Here’s How To Handle Online Disagreements Like a Champ (and Saint)

avoid the flamewar with holy online etiquette inspired by god's truth and the saints

Take a look at your social media feeds. Among all the pictures and updates, statuses and stories, you’ll find less-than-great posts. You’ll find controversy and rage. Maybe it’s a political post. Maybe it’s about the Church. You’ll find comments sections filled with venom and anger.

Welcome to the Internet, where we’ll say things we’d never say in person to friend and stranger alike. Social media comments can be a minefield, but it’s possible to navigate them well.

1. Know the Wounds, Yours and Theirs

Every human being is wounded. Not only from original sin, but also wounds from each other, wounds from circumstances, wounds from life experiences. We’re all wounded, and sometimes when we talk to each other, it exposes our wounds. By remembering everyone’s woundedness, it helps when disagreeing.

We like to be liked. We like to be right. If our self-worth isn’t grounded in something solid (i.e. God), then it might be grounded in whether people agree with us or whether we win the argument. I say this not only about those with whom we dialogue but also about us. Just look in the mirror: am I commenting because I want to “win” or because I want to be a witness to Jesus?

So, when posting, think about how they might react to it, especially in a wounded state. It might mean going out of your way to assure them that you respect them or you think their intentions are good even though they’re coming to a bad conclusion. Affirming the good in what they say, showing what you have in common, all of these things help with woundedness.

And, controversial or clickbait-style comments tend to appeal to people who already agree with you and push away people who don’t. “No Catholic in good conscience should ever ____” will probably come across as preachy and disrespectful, even if you mean well. The way we say something matters as much as what we say. You might be right, but if you’re arrogant about it…

“God opposes the proud, even when they’re right.”

2. Remember Their Dignity

Not only is every human being wounded, every human being is made in the image and likeness of God. Every person you interact with, anonymous or not, has a great dignity as a child of the King.

Mother Teresa summed up the Gospel in five words: “You did it to Me.” The comments I make online, would I say them to God? Because whatever we do to the least of these, we do to Him.

They may insult you. They may hate you, try to get under your skin, or not honor your dignity. And it hurts. Yet their dignity remains intact. Even if you don’t feel like respecting them, you don’t have to do it because of them, do it because of God. Loving what God loves includes loving them because He loves them.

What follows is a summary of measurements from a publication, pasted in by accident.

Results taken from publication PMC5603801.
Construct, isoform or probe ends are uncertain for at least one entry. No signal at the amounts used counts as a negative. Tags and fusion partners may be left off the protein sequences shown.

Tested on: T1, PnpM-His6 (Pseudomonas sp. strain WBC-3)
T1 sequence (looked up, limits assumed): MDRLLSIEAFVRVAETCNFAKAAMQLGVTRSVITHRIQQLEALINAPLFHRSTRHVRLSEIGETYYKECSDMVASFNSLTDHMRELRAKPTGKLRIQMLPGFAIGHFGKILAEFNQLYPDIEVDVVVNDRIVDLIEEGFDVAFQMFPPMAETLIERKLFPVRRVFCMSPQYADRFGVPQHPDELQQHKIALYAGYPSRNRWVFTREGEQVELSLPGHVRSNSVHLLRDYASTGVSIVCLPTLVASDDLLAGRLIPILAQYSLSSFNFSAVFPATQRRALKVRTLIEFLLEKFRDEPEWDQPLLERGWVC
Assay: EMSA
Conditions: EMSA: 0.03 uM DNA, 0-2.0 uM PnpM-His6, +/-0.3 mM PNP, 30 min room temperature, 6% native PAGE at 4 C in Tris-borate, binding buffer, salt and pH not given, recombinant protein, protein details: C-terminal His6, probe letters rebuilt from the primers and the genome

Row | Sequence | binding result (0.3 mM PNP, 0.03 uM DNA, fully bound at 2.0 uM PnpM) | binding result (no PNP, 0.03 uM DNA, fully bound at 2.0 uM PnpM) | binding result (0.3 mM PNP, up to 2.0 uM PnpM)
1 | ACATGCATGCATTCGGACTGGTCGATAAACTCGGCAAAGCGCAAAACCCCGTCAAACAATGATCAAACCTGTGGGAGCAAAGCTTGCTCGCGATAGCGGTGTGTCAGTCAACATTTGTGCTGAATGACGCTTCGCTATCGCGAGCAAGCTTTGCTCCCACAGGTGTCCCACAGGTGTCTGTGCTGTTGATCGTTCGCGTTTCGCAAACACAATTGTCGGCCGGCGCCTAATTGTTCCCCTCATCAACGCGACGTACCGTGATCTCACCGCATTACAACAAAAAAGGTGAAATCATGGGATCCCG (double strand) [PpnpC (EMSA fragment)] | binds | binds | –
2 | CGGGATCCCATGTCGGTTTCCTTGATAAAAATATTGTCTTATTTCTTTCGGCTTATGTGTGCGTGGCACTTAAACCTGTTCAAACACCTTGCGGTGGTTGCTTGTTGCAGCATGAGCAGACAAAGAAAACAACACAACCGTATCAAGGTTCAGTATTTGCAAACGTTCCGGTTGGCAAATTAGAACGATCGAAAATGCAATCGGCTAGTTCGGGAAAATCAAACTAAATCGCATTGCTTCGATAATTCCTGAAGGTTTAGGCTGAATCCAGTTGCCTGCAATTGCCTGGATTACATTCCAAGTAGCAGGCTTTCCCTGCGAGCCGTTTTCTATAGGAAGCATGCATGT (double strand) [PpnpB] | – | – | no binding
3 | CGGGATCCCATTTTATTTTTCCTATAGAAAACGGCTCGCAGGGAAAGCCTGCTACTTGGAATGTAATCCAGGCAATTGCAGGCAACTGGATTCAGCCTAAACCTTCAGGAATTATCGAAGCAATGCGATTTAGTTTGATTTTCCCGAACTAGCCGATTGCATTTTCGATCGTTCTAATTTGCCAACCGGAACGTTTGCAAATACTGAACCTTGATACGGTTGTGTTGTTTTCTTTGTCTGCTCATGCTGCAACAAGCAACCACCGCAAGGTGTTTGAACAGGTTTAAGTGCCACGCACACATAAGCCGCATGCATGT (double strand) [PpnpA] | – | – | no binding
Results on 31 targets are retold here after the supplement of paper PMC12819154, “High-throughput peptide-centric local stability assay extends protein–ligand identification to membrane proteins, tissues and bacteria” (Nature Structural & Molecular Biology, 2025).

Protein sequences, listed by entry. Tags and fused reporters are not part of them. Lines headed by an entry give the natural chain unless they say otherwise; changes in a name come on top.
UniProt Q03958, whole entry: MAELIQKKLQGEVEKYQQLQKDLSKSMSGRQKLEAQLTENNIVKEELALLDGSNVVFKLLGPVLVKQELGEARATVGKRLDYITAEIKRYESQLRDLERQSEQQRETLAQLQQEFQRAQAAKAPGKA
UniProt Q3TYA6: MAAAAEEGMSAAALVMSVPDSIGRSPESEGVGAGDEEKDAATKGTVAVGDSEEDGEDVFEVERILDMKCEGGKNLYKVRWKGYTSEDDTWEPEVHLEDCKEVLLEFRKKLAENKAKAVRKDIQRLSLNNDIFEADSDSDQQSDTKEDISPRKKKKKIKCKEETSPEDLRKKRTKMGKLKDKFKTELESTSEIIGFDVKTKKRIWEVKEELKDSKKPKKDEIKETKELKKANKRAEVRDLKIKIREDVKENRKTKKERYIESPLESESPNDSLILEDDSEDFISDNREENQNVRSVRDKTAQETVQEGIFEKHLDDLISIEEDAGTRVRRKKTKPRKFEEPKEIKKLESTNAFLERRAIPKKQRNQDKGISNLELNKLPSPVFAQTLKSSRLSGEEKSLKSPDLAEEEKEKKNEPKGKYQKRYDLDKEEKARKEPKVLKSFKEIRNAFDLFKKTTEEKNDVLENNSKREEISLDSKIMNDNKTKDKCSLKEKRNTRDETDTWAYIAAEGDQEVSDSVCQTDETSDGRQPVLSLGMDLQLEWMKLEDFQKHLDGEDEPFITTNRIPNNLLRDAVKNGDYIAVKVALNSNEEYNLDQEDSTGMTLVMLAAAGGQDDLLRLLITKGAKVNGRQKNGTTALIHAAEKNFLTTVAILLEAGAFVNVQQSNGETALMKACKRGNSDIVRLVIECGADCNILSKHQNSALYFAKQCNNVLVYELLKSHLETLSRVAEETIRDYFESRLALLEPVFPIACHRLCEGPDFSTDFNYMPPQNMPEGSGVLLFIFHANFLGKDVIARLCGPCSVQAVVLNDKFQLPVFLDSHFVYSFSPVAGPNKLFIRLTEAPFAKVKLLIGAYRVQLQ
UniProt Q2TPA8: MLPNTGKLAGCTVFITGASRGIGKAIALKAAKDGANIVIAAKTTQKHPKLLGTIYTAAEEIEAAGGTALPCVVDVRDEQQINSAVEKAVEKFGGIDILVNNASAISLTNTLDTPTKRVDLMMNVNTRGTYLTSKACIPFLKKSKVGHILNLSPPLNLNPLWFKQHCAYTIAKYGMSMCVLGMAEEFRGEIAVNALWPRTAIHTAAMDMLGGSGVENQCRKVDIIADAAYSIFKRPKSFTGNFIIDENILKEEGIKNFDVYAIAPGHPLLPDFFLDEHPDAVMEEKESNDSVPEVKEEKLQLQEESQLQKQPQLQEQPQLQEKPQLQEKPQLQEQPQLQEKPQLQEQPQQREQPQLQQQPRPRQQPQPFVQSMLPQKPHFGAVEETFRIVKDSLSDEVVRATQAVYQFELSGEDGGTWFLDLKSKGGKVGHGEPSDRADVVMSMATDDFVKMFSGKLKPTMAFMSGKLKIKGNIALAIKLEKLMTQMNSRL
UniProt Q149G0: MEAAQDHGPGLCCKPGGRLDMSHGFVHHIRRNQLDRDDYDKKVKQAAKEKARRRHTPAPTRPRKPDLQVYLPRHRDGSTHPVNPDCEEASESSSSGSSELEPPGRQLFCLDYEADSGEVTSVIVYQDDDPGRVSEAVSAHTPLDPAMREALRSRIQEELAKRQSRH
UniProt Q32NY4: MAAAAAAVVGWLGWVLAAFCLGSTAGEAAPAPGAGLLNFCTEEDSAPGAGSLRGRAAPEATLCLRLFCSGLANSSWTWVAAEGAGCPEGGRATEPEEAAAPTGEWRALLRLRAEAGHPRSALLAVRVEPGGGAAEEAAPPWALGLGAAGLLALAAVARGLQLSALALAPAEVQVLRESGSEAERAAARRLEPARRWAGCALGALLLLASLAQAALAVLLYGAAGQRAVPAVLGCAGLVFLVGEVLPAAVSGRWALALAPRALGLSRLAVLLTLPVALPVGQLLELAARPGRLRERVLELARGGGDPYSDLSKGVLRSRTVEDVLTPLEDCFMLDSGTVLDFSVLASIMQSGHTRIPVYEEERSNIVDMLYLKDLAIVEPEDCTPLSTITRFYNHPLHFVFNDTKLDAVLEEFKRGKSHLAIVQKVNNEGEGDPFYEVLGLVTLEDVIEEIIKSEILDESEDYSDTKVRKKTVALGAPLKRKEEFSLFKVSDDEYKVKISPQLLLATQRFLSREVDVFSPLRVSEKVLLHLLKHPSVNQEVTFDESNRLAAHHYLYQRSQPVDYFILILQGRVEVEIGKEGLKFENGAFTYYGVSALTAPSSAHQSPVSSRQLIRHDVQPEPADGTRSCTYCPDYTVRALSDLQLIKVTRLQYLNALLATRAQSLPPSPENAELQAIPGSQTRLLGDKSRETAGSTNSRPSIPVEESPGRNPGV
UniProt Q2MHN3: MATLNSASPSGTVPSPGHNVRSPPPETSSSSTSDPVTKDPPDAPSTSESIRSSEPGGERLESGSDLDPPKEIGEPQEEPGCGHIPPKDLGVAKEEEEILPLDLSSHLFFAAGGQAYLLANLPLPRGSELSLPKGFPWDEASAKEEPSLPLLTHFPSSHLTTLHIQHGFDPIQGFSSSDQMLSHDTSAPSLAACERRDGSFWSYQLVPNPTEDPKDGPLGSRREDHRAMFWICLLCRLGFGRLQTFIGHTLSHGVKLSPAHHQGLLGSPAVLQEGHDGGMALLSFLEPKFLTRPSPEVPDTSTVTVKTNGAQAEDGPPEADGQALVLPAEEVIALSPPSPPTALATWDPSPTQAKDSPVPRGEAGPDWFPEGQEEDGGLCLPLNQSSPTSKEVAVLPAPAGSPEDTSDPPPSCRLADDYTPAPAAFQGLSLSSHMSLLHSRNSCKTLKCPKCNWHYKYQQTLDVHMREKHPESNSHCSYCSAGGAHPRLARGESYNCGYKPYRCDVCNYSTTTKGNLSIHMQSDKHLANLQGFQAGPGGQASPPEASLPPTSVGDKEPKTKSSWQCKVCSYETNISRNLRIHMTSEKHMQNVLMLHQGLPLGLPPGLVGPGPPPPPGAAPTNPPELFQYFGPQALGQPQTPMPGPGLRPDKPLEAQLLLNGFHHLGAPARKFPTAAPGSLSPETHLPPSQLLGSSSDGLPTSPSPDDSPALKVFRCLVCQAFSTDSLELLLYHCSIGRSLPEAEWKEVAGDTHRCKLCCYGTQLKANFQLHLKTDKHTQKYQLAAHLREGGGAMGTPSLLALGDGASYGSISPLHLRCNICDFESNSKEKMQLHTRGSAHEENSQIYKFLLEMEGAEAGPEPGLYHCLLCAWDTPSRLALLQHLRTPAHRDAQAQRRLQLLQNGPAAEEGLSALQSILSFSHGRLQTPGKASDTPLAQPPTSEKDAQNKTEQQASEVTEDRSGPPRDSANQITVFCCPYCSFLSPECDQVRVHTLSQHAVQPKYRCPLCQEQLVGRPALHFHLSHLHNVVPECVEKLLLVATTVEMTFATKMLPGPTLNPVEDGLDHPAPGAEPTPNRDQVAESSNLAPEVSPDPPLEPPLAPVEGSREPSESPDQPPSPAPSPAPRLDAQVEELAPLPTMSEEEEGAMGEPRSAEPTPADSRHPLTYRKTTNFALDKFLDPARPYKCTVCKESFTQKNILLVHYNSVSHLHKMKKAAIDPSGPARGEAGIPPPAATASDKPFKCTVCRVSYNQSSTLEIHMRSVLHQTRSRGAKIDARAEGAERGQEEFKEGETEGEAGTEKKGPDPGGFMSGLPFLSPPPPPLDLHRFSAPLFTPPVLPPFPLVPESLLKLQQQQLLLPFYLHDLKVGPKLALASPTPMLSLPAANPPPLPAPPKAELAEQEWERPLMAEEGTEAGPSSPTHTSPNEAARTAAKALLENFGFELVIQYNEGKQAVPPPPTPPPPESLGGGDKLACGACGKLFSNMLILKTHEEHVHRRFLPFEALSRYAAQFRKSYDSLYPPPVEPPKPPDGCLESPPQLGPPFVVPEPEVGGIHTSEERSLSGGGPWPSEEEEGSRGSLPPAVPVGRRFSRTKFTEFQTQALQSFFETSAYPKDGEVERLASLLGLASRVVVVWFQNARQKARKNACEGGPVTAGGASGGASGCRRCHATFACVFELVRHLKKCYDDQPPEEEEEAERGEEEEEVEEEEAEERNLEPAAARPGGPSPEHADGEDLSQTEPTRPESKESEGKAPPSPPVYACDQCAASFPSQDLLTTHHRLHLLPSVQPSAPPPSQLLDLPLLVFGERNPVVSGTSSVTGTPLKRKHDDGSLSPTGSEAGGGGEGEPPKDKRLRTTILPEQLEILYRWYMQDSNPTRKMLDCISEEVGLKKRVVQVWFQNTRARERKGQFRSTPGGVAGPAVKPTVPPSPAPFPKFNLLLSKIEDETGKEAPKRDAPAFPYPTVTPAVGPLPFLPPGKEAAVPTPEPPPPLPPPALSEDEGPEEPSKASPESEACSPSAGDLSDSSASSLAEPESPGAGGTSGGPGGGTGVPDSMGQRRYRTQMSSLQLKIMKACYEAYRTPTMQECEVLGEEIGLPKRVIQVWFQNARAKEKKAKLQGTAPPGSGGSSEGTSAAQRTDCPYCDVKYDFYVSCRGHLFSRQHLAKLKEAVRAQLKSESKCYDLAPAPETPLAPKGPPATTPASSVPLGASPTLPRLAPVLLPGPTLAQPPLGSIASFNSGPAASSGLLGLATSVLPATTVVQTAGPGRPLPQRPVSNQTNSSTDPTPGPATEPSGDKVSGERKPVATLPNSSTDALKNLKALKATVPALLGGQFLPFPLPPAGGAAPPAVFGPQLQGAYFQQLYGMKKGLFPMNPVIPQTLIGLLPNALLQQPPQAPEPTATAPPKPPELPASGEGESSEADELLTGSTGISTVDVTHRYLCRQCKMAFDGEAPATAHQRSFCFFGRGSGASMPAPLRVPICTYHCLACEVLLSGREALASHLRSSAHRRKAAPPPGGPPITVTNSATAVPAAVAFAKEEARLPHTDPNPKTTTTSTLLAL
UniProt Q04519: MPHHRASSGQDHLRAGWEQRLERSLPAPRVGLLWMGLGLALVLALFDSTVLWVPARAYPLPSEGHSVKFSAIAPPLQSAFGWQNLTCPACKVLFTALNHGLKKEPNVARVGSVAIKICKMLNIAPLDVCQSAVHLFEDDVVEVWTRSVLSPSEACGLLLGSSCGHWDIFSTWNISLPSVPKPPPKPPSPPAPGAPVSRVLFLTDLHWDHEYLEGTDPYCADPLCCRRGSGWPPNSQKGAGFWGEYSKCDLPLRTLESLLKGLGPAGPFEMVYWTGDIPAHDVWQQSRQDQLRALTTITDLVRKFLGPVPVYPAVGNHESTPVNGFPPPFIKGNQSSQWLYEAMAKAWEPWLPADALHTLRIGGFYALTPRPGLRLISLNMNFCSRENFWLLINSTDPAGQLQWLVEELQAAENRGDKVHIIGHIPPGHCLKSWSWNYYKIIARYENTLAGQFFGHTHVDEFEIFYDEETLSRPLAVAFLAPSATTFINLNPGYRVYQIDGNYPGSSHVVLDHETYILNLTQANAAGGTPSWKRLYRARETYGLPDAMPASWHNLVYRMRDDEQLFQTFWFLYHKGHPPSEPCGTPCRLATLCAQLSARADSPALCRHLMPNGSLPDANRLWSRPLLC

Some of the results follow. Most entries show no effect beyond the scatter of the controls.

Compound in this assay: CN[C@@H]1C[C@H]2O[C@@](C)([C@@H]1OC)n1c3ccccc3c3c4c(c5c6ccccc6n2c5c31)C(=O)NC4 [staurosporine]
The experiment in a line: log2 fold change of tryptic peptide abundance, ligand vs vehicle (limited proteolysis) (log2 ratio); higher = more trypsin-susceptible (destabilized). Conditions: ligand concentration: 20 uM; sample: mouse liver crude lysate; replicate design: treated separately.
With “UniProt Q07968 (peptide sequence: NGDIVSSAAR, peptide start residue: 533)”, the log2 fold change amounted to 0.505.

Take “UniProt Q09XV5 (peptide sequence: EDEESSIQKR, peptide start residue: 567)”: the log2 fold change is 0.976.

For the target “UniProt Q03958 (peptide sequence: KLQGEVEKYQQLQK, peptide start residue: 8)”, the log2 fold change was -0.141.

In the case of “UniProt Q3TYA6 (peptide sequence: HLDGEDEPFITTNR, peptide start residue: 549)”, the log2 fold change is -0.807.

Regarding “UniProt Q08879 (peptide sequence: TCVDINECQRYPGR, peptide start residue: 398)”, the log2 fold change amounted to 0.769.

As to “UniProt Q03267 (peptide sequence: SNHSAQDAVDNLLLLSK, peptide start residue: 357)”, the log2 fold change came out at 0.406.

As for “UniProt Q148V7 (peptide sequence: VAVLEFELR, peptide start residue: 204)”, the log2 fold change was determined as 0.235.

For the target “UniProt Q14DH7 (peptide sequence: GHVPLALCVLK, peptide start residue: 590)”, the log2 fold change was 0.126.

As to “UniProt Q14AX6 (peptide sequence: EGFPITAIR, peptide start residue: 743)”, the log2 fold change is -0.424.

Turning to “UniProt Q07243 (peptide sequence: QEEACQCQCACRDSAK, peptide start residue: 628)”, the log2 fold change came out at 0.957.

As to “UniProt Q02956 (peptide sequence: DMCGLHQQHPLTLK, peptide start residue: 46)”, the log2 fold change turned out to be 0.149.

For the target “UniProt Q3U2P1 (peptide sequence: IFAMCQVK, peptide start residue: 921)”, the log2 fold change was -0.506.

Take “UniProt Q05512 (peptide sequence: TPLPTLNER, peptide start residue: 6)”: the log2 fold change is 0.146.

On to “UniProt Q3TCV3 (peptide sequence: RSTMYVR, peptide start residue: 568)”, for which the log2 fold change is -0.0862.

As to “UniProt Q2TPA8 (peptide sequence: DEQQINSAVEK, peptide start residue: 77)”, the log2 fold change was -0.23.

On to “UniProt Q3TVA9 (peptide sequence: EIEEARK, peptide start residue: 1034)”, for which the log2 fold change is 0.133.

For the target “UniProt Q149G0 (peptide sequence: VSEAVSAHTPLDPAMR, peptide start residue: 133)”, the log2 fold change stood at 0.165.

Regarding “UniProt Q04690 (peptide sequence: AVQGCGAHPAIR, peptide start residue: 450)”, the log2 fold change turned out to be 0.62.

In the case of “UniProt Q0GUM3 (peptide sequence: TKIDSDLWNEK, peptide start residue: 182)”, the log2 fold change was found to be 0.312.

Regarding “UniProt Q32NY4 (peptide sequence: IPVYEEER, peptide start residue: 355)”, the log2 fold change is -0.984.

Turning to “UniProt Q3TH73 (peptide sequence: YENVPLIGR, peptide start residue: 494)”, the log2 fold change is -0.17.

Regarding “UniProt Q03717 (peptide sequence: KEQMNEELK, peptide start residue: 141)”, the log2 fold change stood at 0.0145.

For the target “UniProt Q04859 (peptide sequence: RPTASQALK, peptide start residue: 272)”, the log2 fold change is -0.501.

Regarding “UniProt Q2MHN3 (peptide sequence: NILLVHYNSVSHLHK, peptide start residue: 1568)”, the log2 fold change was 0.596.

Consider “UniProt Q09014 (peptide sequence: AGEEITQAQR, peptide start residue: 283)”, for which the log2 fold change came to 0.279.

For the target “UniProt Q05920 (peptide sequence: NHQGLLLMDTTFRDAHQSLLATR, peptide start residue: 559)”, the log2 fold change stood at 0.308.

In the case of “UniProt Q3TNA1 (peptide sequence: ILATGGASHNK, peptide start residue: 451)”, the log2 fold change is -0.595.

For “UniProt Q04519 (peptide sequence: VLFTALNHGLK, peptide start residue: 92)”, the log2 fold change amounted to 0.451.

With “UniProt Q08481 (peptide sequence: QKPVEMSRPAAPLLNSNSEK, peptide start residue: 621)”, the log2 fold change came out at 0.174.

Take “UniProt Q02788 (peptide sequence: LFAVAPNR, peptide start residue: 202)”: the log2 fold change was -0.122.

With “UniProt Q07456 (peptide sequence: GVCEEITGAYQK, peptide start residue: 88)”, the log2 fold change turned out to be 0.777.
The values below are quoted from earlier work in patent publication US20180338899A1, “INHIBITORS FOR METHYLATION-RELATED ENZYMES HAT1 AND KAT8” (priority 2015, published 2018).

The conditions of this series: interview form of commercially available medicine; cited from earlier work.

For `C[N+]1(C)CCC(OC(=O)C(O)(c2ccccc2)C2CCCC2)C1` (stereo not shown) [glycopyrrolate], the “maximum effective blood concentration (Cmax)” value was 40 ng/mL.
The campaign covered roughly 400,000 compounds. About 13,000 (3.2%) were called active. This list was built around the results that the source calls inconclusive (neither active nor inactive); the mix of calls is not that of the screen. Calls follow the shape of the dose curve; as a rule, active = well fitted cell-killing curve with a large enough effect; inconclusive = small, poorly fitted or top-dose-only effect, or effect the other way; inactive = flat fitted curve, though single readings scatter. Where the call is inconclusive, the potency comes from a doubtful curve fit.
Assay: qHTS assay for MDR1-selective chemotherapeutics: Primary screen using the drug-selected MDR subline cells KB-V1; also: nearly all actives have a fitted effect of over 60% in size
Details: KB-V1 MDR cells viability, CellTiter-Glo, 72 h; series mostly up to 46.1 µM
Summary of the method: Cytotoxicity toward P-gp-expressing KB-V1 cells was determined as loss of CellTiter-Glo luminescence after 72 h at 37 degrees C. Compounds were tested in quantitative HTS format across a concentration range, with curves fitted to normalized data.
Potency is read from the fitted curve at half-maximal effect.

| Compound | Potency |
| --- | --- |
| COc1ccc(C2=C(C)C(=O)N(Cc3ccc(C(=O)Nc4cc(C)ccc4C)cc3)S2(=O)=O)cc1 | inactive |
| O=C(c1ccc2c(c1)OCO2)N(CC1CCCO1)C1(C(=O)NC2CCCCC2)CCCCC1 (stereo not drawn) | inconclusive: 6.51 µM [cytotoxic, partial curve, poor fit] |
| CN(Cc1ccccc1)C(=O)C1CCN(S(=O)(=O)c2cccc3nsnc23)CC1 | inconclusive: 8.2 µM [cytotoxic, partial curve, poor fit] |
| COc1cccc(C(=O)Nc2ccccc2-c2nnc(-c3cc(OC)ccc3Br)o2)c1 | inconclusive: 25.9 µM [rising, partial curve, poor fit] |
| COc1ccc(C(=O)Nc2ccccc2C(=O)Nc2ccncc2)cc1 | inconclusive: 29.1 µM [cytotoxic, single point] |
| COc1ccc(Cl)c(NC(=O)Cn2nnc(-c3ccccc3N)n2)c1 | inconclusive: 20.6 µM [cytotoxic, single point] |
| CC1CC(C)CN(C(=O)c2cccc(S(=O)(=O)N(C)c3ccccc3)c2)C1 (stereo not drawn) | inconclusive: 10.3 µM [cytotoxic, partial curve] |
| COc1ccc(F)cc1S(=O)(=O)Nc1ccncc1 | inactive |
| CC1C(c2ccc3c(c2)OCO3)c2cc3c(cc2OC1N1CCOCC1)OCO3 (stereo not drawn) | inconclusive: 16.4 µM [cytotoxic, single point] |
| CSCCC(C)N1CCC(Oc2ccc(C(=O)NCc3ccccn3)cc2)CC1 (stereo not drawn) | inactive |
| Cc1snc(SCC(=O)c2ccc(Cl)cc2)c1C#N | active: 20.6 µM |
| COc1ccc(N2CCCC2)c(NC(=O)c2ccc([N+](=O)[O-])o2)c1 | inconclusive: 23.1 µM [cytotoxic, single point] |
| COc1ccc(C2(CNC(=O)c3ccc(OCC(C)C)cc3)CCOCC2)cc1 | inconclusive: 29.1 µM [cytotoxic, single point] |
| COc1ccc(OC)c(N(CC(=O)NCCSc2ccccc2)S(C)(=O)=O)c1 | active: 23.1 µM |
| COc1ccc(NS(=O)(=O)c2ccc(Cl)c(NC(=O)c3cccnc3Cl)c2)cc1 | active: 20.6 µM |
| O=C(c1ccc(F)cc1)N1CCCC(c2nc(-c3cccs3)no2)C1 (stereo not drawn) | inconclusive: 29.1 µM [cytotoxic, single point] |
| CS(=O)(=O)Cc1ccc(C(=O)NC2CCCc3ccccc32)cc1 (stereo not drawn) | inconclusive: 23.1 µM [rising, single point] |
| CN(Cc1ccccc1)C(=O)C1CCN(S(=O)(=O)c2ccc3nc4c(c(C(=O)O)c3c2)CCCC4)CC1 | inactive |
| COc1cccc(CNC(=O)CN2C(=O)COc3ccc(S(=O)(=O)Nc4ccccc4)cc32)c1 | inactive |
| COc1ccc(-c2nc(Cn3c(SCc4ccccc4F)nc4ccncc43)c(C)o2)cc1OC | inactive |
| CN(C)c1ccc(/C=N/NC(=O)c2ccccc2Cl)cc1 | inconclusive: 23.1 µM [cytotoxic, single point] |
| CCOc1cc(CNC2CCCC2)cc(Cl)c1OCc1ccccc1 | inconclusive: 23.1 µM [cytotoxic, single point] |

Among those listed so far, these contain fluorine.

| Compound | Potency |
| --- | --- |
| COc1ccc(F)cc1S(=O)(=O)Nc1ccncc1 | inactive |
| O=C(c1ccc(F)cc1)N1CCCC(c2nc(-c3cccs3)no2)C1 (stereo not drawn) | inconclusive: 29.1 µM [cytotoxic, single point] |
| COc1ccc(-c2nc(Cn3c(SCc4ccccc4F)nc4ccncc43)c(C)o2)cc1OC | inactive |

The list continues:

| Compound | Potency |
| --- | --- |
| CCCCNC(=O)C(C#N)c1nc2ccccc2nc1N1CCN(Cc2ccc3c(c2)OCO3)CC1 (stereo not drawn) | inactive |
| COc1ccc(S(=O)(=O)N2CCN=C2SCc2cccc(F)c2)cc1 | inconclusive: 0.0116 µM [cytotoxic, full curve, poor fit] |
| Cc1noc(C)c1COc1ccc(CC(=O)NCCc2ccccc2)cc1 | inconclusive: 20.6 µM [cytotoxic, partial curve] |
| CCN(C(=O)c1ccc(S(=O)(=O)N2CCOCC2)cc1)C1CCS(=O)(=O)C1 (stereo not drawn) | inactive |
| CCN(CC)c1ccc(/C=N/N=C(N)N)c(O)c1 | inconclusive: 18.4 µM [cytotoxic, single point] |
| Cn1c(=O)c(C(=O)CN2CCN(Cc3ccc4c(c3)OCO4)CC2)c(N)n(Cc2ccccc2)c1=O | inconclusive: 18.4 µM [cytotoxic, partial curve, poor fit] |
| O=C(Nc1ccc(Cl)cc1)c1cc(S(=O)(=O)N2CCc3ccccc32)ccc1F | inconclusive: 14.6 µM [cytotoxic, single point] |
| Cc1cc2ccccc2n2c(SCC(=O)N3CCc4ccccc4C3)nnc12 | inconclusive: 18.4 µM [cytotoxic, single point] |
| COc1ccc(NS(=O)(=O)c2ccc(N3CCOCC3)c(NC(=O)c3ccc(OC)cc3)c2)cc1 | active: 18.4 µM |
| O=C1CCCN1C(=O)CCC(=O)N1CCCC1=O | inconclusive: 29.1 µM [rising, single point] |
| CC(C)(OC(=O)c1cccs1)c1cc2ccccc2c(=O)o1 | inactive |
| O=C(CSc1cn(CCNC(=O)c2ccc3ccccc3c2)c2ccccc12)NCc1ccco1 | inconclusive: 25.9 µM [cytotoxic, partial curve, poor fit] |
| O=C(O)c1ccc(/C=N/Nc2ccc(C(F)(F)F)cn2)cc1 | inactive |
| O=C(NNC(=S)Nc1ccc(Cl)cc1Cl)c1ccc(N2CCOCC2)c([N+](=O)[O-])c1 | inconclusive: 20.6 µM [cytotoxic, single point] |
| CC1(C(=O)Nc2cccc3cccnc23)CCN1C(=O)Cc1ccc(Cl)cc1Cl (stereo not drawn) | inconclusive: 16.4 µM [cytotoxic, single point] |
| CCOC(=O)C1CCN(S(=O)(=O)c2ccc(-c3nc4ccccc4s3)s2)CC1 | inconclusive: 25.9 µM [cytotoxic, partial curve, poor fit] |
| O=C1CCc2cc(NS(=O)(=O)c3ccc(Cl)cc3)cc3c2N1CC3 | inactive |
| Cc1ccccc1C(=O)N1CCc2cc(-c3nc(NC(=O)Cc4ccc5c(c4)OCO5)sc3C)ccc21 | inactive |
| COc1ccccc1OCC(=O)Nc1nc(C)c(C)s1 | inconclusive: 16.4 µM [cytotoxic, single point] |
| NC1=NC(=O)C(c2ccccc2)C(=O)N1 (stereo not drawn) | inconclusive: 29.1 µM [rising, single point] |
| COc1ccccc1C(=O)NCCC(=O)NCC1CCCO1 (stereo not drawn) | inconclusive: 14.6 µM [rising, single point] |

Love desires the good of the other. What is their actual good? Treating them with respect is their actual good. Correcting errors is good. Being a jerk is not.

St. Ignatius of Loyola went even father:

“Any good Christian has to be more ready to justify than to condemn a neighbor’s statement. If no justification can be found, one should ask the neighbor in what sense it is to be taken, and if that sense is wrong he or she should be corrected lovingly. Should this not be sufficient, one should seek all suitable means to justify it by understanding it in a good sense.”

– St. Ignatius of Loyola, Presupposition to the Spiritual Exercises

That’s an extreme love. What a beautiful way to remember their dignity. “You did it to Me.”

3. Don’t Assume

So we know that everyone we talk to, online or in-person, is wounded and is a child of the Most High. Even in the midst of remembering both those things (woundedness and dignity), it’s easy to assume we know where they’re coming from or what their intentions are. It’s especially hard when it’s just words on a screen. We can’t tell tone or body language. Misinterpretation abounds.

We won’t know their intentions unless we ask. We won’t know where they’re coming from unless we ask. And we should ask, otherwise it’s easy to assume they’re stupid or irrational. But why is it always the other person who’s stupid or irrational? Why do we never say the same thing about ourselves?

By not assuming, you take a position of genuine curiosity. It forces you to ask their thoughts, their intentions, their motives, their reason. You can fairly and accurately restate what they’re saying to make sure you understand it. It makes sure you totally get it..

Not only does it build trust and show that you’re a human being too, but also it means that when it’s time to address their argument, you address their actual argument. Addressing one that isn’t theirs just makes people frustrated.

Putting It All Together

We have a chance at every moment, in every interaction with others, to spread the love and message of Jesus. Or we can choose to hinder it. The saints show us examples of how to preach the truth in love. The saints of our age have the Internet, and sure, online disagreements have their own set of challenges, but we can still be witnesses.

How to Disagree Without Being a Jerk | Mike Antonacci
St. Ignatius of Loyola’s Rules for the Internet | We Dare To Say